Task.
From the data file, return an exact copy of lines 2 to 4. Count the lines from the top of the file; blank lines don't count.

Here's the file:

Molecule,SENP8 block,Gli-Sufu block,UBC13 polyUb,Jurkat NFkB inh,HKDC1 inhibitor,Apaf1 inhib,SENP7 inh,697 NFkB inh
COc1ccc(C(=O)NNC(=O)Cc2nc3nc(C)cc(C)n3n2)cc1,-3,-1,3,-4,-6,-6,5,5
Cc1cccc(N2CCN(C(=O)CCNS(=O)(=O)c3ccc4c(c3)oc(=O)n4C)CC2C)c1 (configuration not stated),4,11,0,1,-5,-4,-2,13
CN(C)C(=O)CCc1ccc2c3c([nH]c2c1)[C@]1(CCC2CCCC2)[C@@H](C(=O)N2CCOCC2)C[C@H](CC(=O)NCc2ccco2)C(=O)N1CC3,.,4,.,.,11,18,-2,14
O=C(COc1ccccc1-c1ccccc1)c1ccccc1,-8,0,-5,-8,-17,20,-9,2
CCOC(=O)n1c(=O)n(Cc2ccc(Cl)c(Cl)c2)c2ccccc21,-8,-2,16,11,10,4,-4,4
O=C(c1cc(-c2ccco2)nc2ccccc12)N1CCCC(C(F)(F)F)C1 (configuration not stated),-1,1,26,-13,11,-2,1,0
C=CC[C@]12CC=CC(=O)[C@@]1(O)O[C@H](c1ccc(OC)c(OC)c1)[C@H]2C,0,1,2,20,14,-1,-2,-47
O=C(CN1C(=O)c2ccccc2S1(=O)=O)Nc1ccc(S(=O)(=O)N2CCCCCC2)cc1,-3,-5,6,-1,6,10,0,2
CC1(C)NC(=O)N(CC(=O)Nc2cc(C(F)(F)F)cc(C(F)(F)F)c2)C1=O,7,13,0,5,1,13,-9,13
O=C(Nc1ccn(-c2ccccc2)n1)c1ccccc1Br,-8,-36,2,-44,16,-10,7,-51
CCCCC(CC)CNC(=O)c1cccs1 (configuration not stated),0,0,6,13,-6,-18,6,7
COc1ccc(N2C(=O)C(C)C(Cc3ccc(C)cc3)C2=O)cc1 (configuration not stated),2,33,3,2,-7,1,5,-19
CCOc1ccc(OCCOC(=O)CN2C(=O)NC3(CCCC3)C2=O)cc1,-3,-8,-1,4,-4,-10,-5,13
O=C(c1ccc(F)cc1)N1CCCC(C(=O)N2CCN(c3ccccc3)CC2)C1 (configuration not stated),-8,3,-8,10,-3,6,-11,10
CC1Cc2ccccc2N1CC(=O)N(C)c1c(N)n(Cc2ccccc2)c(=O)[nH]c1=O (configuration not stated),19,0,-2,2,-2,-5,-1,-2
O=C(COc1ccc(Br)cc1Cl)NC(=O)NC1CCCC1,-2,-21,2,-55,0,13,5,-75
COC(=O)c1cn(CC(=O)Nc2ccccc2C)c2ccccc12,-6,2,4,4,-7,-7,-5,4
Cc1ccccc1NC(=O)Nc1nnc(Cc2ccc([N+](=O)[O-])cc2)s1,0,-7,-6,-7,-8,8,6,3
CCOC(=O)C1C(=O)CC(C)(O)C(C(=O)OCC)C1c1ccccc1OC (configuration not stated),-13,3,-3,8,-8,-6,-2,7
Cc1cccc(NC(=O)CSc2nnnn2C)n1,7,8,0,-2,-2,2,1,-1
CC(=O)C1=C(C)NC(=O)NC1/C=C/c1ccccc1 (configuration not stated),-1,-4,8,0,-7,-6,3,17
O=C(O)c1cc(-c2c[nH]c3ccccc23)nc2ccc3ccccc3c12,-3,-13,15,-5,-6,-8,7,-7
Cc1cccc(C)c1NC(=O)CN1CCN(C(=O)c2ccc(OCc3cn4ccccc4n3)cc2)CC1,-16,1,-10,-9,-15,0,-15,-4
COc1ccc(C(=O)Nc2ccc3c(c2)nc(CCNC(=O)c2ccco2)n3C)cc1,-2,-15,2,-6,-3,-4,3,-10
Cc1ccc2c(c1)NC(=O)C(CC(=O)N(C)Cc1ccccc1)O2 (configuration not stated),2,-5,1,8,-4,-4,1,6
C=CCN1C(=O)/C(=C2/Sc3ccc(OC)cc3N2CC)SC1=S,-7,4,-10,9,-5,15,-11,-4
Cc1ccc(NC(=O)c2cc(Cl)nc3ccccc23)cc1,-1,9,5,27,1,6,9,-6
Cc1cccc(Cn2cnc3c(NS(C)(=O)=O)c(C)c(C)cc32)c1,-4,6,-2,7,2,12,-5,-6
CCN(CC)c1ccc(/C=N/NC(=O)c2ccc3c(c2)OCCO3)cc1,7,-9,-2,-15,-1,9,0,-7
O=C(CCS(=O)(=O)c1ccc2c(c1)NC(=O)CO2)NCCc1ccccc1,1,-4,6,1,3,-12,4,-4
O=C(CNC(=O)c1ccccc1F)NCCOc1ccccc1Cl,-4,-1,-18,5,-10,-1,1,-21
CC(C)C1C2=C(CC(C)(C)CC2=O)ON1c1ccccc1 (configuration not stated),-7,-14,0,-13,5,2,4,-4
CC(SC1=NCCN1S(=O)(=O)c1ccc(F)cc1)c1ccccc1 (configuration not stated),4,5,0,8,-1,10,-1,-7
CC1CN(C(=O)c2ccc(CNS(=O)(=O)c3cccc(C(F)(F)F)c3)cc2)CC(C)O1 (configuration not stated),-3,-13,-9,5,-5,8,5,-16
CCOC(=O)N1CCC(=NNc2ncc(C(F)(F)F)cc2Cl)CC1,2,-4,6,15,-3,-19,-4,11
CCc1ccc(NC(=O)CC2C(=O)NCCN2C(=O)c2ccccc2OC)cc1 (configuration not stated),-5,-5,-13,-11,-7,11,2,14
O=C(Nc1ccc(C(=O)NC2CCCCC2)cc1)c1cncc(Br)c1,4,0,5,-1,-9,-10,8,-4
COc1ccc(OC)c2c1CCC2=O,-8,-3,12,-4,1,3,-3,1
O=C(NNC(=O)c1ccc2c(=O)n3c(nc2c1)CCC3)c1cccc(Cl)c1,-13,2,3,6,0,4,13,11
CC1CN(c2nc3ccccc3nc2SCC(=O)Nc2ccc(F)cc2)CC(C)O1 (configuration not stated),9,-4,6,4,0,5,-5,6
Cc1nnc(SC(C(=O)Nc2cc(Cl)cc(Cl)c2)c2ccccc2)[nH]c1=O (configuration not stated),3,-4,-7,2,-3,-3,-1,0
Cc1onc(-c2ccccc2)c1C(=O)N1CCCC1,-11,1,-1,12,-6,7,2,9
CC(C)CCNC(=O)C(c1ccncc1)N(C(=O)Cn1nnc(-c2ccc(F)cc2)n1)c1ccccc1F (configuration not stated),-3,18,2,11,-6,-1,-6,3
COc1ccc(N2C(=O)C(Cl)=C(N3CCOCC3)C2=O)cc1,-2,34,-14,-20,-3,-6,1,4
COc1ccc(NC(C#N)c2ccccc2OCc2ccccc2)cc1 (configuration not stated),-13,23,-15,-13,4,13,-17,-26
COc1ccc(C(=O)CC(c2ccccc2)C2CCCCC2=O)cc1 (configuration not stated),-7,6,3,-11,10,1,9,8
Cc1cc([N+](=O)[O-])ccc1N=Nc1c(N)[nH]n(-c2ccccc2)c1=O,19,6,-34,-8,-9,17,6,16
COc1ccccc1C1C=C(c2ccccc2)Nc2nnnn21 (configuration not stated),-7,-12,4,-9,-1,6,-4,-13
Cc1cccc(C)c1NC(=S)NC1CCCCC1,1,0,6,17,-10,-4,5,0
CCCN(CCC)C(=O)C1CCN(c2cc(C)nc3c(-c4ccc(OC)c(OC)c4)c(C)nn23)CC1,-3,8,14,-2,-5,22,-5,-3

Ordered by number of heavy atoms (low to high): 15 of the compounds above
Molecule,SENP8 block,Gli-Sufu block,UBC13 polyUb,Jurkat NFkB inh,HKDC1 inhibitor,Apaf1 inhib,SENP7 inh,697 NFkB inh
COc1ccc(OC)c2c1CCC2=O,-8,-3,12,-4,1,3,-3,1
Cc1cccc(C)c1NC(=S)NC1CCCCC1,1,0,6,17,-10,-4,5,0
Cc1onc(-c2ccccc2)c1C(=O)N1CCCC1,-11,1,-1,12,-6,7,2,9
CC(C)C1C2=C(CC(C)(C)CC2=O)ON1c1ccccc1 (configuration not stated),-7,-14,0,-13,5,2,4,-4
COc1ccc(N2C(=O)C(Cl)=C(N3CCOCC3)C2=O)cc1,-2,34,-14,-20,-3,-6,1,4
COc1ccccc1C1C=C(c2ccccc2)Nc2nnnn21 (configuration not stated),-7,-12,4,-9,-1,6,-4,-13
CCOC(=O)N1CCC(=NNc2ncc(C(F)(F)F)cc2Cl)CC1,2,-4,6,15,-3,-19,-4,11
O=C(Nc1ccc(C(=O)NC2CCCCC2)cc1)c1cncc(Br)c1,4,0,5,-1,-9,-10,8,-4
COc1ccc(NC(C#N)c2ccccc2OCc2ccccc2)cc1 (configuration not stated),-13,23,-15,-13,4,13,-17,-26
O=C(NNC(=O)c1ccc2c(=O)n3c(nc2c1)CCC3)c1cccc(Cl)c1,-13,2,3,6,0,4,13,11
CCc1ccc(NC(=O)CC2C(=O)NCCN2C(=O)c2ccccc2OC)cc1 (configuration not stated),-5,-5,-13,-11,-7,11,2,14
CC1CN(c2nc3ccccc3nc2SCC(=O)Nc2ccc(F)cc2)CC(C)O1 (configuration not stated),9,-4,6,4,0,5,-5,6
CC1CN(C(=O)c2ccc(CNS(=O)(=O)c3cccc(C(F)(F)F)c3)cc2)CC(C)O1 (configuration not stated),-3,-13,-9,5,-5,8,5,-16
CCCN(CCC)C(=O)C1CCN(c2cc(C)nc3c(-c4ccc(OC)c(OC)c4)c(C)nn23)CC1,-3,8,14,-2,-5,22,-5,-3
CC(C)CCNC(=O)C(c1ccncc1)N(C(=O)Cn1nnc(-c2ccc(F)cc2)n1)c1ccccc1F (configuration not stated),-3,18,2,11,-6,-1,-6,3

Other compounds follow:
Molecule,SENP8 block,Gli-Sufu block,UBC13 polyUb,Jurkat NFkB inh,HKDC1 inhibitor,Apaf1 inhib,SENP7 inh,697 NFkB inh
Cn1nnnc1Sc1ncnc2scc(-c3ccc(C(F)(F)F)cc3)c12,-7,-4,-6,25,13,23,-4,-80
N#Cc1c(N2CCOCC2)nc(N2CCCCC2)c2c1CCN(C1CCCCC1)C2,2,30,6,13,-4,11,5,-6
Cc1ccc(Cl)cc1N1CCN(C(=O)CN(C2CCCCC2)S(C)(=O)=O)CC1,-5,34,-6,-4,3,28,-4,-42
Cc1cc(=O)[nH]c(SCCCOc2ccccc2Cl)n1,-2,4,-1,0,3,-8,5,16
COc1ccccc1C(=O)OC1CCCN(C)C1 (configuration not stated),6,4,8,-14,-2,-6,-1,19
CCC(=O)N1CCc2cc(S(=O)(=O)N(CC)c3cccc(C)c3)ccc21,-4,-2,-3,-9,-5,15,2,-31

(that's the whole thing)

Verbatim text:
COc1ccc(C(=O)NNC(=O)Cc2nc3nc(C)cc(C)n3n2)cc1,-3,-1,3,-4,-6,-6,5,5
Cc1cccc(N2CCN(C(=O)CCNS(=O)(=O)c3ccc4c(c3)oc(=O)n4C)CC2C)c1 (configuration not stated),4,11,0,1,-5,-4,-2,13
CN(C)C(=O)CCc1ccc2c3c([nH]c2c1)[C@]1(CCC2CCCC2)[C@@H](C(=O)N2CCOCC2)C[C@H](CC(=O)NCc2ccco2)C(=O)N1CC3,.,4,.,.,11,18,-2,14